New car registrations were down 34.9% in June 2020 to 145,377 units registered compared with 223,421 in June 2019. This was better than expected with our mid-case scenario expected to be down 40% year on year.
Interestingly, the mix between fleet/business and private was very different to previous years. The private market grew strongly in June, with a year on year (YoY) decline of only 19.2%. But the fleet and business market came under considerable pressure, with fleet declining by 45.2% and business declining by 52.6%, suggesting weak demand in those markets.
While we believe that there was a number of tactical registrations towards the end of the month, performance in the private market, although down, was still robust, providing a positive signal of activity in the market. It remains unclear whether this activity is linked to pent-up demand and helped by tactical registrations during the last few days of June and half year (H1).
As expected, diesel continued to suffer and we believe diesel registrations will continue to decline in the coming months, particularly as the improved air quality in the UK has been widely welcomed by the general public. Diesel registrations declined by 64.9% with a market share of 18.2%.
Once again, the only area of growth in the market was in alternative fuel vehicles, especially battery electric vehicles, which increased by 158.6%, reaching market share of 4.7% in the UK. Rumours abound of a possible scrappage scheme in the UK. This is believed to be focused on encouraging drivers to move to lower CO2 emission vehicles, which could result in strong growth in this area of the market over the coming year, although there are some doubts whether the supply of electric vehicles can meet the potential increase in demand.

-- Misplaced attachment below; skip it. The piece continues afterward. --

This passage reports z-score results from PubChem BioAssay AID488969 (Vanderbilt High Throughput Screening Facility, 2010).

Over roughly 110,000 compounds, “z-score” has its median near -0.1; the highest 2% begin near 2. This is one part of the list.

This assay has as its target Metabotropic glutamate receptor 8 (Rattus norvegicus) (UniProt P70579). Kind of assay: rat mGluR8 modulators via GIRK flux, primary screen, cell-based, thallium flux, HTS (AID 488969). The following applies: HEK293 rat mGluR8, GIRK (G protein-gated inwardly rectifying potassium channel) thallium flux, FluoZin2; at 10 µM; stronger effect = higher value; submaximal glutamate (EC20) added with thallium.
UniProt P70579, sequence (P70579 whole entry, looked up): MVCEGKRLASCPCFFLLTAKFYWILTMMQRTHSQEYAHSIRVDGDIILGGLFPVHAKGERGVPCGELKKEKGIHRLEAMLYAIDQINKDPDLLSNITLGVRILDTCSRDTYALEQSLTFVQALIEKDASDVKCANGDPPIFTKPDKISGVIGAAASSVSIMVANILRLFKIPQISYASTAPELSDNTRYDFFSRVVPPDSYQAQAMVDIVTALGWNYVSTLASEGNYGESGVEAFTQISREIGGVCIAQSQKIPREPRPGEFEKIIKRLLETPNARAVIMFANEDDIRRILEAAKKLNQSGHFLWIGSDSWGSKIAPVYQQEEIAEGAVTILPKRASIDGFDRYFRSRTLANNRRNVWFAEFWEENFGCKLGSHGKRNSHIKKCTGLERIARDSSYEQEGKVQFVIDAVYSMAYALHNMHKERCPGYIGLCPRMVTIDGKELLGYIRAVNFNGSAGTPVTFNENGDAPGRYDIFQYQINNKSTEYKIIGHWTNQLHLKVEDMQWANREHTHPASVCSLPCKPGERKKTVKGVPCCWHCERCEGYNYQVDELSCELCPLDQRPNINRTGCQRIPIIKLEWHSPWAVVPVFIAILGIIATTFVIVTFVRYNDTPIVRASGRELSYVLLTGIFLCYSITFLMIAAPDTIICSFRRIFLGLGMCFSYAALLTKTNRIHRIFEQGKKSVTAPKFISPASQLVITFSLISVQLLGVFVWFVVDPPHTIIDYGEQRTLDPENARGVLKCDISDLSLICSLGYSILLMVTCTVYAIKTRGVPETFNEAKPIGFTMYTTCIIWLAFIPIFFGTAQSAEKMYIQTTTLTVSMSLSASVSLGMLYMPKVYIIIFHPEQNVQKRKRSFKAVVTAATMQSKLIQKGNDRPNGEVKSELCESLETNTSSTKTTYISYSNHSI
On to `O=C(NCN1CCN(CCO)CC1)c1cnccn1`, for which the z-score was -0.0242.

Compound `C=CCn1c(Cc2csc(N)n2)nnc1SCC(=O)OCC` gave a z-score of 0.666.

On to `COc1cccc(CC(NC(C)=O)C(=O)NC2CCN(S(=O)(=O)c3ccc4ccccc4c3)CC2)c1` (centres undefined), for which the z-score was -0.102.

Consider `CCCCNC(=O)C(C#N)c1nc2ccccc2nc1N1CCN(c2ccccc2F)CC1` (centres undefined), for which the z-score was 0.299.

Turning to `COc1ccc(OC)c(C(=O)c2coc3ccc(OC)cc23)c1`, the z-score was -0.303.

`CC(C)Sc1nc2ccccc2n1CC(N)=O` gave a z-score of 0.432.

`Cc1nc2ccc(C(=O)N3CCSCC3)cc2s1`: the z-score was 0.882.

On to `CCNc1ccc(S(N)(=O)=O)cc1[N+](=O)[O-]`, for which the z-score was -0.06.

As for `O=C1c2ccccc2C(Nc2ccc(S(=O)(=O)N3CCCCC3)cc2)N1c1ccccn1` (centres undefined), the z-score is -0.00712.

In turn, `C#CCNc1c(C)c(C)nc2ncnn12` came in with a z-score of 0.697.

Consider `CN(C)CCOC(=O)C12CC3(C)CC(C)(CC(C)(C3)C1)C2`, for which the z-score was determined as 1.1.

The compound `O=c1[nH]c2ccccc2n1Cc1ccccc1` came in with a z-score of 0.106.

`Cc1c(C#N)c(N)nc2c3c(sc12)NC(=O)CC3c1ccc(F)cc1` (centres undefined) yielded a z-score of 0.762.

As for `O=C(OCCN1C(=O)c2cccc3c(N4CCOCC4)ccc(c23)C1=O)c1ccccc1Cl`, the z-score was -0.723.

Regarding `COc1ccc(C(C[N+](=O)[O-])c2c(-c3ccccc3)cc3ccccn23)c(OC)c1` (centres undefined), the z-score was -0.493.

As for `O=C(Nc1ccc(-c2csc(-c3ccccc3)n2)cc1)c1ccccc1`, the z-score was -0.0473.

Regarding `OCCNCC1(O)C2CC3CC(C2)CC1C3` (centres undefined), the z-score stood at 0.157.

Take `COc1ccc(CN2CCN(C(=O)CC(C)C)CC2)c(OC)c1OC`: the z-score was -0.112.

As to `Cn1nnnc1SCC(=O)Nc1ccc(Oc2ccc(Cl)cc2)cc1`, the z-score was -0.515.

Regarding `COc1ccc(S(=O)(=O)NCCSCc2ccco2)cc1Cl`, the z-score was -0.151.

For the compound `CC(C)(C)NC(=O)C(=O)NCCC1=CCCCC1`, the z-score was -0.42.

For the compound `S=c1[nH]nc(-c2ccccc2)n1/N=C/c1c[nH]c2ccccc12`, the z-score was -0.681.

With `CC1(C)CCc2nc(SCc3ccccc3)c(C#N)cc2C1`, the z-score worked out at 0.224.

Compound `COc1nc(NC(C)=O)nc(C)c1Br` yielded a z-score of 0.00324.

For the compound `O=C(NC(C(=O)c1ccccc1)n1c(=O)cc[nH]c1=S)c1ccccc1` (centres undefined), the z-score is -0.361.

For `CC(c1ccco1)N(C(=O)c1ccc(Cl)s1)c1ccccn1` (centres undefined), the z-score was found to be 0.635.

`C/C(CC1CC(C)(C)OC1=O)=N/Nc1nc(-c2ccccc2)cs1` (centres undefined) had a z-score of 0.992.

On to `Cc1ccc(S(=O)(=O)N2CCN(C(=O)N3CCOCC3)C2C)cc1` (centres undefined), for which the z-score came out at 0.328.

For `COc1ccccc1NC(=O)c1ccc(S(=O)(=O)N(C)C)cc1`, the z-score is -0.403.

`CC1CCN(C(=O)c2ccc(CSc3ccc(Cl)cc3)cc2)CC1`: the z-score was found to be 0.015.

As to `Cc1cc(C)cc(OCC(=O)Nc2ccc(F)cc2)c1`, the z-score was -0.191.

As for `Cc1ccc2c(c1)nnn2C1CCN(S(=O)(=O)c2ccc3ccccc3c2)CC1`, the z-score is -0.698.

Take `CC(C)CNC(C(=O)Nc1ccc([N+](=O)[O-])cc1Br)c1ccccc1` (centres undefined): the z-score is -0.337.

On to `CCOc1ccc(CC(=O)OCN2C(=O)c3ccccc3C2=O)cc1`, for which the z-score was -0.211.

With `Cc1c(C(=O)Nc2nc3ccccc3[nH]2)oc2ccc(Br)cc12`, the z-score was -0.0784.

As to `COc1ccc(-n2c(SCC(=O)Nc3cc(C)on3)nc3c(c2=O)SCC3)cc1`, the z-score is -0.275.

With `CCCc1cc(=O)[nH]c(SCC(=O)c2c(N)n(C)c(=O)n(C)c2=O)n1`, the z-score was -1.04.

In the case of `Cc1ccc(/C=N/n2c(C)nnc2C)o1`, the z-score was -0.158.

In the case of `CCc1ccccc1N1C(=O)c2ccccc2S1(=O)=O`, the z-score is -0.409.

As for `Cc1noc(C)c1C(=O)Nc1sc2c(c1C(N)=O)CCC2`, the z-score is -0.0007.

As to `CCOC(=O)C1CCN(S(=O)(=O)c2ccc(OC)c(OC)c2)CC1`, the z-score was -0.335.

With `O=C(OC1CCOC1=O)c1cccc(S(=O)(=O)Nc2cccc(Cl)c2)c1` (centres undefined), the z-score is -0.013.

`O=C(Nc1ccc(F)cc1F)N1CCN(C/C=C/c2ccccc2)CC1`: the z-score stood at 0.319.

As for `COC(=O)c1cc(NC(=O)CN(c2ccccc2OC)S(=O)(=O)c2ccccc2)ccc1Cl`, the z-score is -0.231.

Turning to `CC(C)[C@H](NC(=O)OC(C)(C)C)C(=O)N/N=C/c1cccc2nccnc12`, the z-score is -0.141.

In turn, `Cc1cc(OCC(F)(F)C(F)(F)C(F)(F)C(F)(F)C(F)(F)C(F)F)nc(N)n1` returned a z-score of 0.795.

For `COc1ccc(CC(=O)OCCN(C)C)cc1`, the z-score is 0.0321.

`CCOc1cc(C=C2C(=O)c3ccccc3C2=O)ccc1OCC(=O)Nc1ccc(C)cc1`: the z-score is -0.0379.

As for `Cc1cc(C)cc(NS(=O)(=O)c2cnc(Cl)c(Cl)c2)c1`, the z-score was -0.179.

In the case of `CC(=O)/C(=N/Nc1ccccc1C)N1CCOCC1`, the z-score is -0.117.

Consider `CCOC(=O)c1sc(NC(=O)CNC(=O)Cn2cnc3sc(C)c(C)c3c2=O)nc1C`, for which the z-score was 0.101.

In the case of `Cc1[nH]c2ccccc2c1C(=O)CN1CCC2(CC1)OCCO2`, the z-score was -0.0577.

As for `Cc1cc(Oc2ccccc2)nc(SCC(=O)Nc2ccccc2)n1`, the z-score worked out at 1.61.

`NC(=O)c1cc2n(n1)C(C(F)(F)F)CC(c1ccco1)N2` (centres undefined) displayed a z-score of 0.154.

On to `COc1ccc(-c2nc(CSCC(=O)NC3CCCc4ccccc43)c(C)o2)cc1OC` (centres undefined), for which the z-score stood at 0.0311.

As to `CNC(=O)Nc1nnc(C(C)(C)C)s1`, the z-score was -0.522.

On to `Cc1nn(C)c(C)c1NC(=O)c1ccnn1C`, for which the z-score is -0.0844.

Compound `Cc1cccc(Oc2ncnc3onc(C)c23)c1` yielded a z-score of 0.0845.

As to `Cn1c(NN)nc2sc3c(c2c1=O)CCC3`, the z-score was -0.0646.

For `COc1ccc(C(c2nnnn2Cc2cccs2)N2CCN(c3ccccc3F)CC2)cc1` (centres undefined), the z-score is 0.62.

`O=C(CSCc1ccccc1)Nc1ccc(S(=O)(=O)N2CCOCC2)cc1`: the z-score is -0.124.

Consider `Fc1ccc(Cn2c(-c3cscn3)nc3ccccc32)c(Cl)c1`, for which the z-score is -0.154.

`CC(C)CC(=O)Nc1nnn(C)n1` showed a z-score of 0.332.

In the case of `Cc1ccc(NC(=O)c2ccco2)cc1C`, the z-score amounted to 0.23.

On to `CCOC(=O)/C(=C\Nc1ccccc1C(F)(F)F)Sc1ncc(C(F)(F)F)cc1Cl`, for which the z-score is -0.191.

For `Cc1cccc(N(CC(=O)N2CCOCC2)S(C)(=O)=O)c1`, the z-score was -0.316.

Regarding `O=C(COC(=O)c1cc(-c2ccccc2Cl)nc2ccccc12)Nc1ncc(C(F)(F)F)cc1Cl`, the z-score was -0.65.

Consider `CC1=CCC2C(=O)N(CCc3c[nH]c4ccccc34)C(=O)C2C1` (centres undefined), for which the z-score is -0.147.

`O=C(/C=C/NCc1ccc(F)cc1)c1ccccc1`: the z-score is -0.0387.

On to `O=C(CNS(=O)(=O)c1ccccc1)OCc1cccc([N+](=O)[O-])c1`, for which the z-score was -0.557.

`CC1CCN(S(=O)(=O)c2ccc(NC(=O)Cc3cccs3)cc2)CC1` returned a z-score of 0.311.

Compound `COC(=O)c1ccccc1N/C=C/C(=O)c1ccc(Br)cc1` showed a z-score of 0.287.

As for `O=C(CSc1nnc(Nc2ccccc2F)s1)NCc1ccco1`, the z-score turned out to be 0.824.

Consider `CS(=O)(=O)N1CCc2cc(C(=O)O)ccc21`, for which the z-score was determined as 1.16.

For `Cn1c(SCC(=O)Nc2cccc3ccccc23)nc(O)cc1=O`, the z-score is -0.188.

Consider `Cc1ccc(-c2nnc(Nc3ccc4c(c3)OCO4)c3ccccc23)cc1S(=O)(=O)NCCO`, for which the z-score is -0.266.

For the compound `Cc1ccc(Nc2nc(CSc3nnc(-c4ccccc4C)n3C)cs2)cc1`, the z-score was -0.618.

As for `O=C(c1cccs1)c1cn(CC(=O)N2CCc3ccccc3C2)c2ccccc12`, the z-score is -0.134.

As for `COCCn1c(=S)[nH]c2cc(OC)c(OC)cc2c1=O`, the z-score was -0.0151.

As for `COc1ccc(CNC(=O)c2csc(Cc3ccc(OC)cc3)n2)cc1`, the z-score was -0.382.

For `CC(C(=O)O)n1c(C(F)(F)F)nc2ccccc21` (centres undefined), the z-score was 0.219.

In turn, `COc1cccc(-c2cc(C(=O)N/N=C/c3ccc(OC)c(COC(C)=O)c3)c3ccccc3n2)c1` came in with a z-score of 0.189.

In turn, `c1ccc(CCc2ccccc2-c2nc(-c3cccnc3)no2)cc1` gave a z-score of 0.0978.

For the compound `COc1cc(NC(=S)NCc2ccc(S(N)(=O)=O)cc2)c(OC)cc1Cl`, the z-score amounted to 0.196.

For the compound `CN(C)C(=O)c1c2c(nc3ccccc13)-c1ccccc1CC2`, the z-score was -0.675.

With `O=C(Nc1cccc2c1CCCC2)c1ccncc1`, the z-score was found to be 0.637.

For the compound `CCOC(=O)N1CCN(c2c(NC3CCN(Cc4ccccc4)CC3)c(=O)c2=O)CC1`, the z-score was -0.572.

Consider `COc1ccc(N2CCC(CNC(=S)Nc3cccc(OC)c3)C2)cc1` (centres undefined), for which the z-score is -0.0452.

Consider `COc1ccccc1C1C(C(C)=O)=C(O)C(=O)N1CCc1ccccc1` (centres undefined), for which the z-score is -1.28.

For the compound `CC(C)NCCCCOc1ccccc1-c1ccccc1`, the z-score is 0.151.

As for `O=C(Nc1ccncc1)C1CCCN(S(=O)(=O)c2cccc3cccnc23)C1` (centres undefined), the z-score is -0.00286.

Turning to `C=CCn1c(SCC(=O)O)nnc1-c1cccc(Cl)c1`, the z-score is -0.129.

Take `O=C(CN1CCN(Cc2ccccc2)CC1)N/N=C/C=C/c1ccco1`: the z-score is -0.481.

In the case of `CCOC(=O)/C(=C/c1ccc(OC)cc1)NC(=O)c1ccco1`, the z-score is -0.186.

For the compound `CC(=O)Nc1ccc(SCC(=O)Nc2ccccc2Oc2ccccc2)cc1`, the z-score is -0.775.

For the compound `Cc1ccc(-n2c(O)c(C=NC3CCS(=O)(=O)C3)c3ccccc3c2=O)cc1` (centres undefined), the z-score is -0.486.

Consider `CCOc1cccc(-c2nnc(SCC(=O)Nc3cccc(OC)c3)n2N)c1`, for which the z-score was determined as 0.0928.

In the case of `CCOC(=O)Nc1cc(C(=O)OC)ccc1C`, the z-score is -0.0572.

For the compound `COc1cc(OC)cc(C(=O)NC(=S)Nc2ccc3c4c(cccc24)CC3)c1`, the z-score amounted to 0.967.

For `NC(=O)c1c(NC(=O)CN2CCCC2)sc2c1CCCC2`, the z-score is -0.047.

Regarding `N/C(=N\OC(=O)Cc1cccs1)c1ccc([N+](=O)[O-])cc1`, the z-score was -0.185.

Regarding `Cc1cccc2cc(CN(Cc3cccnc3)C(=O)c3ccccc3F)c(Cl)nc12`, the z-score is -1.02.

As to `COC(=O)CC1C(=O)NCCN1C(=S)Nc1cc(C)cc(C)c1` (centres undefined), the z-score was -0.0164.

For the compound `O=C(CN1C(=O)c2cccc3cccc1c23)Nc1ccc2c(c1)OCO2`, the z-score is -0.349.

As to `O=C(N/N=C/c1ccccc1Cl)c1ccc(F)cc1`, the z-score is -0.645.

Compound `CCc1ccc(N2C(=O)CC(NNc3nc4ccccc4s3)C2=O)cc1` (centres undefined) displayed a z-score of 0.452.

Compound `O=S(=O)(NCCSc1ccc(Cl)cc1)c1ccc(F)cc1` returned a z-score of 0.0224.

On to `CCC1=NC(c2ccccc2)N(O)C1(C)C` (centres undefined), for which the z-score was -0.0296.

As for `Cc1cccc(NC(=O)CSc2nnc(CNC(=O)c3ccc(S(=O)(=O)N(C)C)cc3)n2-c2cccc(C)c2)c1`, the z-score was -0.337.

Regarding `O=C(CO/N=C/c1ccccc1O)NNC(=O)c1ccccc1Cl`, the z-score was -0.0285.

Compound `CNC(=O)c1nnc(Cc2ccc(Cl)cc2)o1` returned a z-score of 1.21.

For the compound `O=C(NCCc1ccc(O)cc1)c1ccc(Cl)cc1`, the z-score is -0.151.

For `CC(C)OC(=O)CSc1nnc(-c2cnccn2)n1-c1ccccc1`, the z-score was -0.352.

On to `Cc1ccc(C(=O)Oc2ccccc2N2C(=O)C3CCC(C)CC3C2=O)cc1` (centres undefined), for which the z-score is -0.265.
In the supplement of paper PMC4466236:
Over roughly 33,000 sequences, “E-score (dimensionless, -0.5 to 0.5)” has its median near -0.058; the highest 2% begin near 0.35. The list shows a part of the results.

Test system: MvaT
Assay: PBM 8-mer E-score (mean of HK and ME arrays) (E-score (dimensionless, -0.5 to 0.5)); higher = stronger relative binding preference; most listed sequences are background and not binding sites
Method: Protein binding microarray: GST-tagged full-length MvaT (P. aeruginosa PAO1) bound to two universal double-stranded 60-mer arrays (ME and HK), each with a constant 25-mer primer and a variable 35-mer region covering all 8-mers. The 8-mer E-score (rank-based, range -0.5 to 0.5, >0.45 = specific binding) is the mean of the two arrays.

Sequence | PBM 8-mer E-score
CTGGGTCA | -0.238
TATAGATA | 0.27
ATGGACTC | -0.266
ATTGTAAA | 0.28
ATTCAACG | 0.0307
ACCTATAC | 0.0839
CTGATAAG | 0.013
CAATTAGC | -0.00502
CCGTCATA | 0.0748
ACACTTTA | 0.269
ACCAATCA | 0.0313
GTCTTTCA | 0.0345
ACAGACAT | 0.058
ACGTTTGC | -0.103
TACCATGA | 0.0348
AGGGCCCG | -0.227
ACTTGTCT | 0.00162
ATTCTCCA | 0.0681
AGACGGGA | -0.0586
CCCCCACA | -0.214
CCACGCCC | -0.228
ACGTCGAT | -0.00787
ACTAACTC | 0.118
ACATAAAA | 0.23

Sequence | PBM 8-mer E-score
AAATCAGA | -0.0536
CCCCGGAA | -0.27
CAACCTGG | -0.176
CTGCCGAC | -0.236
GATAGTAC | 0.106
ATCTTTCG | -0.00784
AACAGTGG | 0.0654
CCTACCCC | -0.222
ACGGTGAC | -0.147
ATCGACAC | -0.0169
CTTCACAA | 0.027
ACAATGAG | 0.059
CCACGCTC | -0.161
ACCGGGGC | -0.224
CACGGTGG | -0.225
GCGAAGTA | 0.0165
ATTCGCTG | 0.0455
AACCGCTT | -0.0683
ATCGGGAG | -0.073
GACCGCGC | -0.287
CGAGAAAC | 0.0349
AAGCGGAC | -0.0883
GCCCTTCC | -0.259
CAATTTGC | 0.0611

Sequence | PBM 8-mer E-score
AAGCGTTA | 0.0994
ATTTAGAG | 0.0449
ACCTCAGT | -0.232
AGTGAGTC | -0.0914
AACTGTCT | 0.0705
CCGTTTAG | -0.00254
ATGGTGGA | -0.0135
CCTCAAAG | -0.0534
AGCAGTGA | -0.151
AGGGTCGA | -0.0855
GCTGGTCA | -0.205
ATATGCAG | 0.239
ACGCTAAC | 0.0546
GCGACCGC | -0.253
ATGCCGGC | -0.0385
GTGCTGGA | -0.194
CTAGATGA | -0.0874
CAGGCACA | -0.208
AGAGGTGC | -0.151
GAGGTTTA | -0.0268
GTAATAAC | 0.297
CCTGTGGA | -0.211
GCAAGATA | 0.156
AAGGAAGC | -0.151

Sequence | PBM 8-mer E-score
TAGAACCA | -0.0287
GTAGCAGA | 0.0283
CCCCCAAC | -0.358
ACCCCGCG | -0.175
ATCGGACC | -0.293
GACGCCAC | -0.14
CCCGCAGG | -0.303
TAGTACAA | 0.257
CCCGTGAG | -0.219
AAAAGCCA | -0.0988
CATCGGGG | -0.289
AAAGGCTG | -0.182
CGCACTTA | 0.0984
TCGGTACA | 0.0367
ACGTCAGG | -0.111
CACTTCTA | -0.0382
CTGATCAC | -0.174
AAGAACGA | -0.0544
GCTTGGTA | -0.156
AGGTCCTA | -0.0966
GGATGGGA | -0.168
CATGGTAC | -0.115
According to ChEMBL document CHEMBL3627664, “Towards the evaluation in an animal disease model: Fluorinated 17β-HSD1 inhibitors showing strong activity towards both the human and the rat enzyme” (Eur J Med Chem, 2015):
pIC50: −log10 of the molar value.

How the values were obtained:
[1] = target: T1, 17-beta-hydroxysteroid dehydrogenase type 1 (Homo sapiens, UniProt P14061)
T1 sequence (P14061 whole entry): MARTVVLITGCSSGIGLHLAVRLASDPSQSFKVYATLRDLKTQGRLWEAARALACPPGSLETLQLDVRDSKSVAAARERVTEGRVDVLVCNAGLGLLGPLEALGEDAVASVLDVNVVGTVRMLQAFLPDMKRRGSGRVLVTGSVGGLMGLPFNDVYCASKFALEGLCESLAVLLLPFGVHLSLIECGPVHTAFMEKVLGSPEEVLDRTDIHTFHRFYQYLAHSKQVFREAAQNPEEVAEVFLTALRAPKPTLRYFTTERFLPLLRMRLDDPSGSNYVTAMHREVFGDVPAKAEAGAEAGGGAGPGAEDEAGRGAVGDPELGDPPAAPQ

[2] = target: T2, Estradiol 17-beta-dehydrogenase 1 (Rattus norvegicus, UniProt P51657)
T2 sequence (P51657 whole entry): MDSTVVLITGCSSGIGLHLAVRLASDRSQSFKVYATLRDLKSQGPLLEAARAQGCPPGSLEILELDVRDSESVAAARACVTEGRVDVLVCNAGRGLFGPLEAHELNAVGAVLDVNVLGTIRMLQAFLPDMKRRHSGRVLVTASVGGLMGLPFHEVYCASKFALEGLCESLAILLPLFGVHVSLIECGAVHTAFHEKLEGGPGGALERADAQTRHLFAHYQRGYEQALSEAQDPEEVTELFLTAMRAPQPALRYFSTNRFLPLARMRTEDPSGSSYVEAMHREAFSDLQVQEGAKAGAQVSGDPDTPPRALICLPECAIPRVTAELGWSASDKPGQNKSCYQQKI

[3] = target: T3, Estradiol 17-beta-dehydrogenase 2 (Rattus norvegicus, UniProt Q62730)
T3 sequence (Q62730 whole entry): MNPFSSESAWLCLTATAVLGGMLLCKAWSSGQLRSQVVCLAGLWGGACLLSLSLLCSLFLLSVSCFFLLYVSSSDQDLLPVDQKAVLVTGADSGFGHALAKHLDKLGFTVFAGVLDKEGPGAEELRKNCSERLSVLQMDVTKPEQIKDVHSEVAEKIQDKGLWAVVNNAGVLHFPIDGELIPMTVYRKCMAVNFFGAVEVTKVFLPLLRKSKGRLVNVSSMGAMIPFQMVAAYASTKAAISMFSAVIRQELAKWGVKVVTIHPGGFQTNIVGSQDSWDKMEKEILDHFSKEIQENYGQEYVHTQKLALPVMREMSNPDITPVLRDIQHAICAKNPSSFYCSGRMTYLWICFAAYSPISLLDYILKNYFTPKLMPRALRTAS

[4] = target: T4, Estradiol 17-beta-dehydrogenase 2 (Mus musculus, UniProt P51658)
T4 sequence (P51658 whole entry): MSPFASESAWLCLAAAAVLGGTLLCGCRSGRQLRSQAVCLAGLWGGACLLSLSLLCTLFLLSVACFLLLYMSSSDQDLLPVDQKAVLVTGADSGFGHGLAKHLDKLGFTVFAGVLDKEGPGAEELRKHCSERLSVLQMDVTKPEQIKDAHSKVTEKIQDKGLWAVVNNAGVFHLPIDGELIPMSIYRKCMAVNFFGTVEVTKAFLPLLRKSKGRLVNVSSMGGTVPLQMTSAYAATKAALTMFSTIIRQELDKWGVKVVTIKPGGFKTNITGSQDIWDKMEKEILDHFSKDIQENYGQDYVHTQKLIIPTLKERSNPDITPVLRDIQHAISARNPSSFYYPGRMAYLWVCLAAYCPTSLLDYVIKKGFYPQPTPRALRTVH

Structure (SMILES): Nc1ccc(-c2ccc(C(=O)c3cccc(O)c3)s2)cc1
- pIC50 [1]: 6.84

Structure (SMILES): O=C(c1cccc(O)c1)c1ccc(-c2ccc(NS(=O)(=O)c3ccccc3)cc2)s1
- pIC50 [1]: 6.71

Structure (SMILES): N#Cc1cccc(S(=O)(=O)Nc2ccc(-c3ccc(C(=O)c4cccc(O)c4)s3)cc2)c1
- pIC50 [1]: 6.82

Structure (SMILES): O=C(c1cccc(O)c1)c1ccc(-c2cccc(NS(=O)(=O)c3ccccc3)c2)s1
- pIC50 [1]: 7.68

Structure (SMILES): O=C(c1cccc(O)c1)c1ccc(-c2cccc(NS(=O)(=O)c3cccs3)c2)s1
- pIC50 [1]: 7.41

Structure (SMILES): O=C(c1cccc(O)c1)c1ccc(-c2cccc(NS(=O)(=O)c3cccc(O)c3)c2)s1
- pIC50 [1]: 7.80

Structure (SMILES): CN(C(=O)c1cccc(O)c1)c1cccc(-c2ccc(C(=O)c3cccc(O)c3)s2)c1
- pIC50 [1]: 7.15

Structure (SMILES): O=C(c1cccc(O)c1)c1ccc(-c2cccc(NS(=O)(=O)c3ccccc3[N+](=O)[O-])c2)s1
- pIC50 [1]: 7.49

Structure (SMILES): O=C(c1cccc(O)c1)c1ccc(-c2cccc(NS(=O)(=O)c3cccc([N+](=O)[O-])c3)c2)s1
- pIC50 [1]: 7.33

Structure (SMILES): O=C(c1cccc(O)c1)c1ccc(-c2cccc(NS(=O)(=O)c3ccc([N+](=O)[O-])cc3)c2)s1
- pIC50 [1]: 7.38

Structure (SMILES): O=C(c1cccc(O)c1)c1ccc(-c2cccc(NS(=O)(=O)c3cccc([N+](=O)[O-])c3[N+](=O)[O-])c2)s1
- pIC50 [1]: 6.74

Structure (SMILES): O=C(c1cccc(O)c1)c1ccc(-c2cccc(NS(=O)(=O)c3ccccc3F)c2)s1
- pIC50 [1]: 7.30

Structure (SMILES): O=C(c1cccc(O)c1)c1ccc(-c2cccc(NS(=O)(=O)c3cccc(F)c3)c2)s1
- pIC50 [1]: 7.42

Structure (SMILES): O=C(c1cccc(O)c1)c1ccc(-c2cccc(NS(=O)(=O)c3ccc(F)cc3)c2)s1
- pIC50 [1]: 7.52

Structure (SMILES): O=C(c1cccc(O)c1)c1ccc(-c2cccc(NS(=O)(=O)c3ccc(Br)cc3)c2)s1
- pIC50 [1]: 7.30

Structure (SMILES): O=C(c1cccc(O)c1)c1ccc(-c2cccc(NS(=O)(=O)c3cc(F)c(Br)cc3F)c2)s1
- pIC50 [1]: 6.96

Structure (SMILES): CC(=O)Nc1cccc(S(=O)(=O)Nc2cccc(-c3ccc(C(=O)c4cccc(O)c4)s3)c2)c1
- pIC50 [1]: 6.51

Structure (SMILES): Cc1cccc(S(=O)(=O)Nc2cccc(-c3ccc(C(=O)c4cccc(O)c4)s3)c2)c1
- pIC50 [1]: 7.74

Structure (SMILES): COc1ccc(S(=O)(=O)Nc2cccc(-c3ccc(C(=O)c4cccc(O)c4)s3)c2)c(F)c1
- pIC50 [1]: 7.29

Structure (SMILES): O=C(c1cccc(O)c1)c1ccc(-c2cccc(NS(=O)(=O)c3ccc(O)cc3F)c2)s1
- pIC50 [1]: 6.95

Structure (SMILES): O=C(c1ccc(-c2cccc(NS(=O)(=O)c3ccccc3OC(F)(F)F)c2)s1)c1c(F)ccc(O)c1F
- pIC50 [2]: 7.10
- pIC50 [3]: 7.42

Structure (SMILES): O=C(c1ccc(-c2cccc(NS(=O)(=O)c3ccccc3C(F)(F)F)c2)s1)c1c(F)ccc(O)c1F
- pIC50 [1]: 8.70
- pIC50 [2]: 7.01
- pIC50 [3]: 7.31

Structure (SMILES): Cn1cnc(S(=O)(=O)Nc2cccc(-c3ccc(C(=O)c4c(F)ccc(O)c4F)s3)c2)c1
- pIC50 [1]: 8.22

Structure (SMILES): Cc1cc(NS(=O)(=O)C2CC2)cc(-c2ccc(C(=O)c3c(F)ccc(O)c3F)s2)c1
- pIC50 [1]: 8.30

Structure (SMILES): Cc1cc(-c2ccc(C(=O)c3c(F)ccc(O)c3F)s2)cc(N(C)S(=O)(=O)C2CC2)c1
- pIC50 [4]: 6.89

We have updated our forecasts for best, mid and worst-case scenarios to reflect the changes in June and these can be seen in the chart below.
New Car Registrations – Best, Mid, Worst Case Forecasts for 2020 (cumulative units)
Source: SMMT and Grant Thornton UK LLP
There is a risk that we could have a W-shaped recovery (YoY growth rates), in which this current pent-up demand does not last through Q3 or if there is a shortage of supply of vehicles caused by the closure of the automotive manufacturing plants over the period of March, April and May.
For further information on the automotive sector recovery, contact Owen Edwards.